Sea of blue on Croke Park in 2003 when Laois won Leinster. Copyright Sportsfile.
New club competition structures and a range of new actions are proposed in a new review of Laois Gaelic Football published by Laois GAA which says 'personal agendas' must be put aside to tackle 'apathy' which is hitting the sport and the county's potential.
Completed in the summer the Laois Gaelic Football Review Group briefing is a relatively short but to the point roadmap to revive the county's football fortunes.
The report says the Laois GAA Management Committee considered it 'prudent and necessary' to assemble a review group to brief it on what steps, if any, the Management Committee should take to enhance the position of Laois Football in an increasingly competitive landscape.
The group included Ger Slevin, Fergal Byron, Michael Dempsey, Chris Conway, and Niall Collins. The introduction to their finish product cuts to the chase about where things are at.
"Laois Football faces many challenges in an increasingly competitive environment, partly due to a lack of a shared vision,
coherency, systems, standards, and planning at many different levels. Our teams are under achieving and our county championships are not as competitive as they should be.
"We find it difficult to recruit quality coaches for our clubs, schools, and development squads. This scenario, along with the challenges of the pandemic, has led to apathy and an environment which makes it difficult to achieve success. In short, Laois Football requires greater leadership, direction, and support in order to optimise our potential and to achieve success," the say.
The report says the review group consulted widely and came up with the following recommendations.
1. A Laois GAA development pathway be created by the end of 2021 aligned with the new ‘Gaelic Games Player Pathway’.
2. A Head of Athletic Development should be appointed by the end of 2021 to oversee the sports science.
3. More competitive games at all levels of football within the county so divisional competitions are proposed.
4. High-quality coaches at underage and development squad level.
5. Competition structures and game programmes at all levels should be reviewed and discussed as a matter of priority.
6. A fully functioning project management team should be created.
7. The project management team, with others, should complete an audit of coaching and games in all football clubs.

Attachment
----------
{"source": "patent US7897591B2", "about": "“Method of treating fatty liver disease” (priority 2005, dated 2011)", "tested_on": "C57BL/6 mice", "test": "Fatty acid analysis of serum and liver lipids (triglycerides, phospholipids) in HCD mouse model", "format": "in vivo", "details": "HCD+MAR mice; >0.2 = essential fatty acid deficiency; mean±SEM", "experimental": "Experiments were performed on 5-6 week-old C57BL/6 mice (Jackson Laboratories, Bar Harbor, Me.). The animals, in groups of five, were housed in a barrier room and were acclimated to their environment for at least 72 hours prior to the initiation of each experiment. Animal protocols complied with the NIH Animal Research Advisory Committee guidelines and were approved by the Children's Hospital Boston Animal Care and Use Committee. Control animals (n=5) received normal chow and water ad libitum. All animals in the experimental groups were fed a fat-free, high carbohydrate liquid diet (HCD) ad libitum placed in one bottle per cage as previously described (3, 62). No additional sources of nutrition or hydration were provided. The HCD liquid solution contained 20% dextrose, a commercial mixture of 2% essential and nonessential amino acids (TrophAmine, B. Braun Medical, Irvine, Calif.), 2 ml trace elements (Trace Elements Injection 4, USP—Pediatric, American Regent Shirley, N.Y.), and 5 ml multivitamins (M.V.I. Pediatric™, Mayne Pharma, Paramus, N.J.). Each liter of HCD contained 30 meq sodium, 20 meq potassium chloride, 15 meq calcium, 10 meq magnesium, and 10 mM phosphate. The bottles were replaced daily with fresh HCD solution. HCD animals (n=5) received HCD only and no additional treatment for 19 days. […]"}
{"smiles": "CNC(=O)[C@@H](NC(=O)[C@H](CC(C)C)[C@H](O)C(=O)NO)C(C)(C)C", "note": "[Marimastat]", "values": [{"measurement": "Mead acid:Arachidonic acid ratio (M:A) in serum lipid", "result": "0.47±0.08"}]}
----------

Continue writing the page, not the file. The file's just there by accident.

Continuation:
8. Laois GAA Management Committee to set up subcommittee for commercial opportunities for Laois GAA.
9. Mentoring should continue to be provided to all underage club coaches in line with the Leinster Turas initiative.
10. A significant ‘red flag’ was raised in relation to numbers playing in certain age groups in urban areas.
11. Centre of Excellance High Performance gym should get more technical equipment to help raise current S&C standards.
The Review Group also gave some initial consideration to how the football season could best be as they put it 'tweaked'.
The following emerged.
• February-March: Regional competition (for individual clubs) comprised of 3/4 regions; The recommendation is that teams be exposed to at least 3 games each with silverware at the end of it.
• March-early July: League with eight (8) teams in each division and a minimum of ten (10) games for each team.
• End of July/First week in August-September: Championship with 8-12 teams and a minimum of three (3) games for each team.
• October-November: Divisional team competition, with the potential for all clubs to play at a higher level. Consideration to be given to the county champions entering the competition at the knockout stages. Further, the under 19/20 championship would take place in or around the same time and there should be no need for players at that grade to play in the divisional competition. Divisional teams should have an ample number of players without the need to call on the younger players (the Review Group considers that players should focus on their own age grade first – see, further, below).
• December-January: No competitions.
The committee also wants Laois GAA to work on the county brand which involves looking outside the county for support.
It appears to be the case that many of the major forces in inter-county football today are particularly well-connected to their diaspora and, further, that the connection is particularly well-utilised.
The group concluded with a rallying but challenging message.
"We, as a group, believe that this document should be the start of an overall strategy change in relation to football within the county. As a county, we must transform apathy into interest, commitment, excitement and reignite the passion within our supporter base and in all stakeholders.
"There are challenges, but within these challenges lies opportunity. Our stakeholders are asking for change, but this can only take place if a significant number of people engage and put personal agendas aside for the common good, which is Laois GAA," the say.
The group say the review was conducted over a short timeframe so they suggest that the recommended project management
committee take up the mantle and use the document for further analysis which would involve the clubs and other stakeholders.
They say that the review and report will serve to stimulate and inform debate and the look forward to taking part and to helping in other ways, if appropriate.
The report was presented to Laois GAA Management Committee in August.
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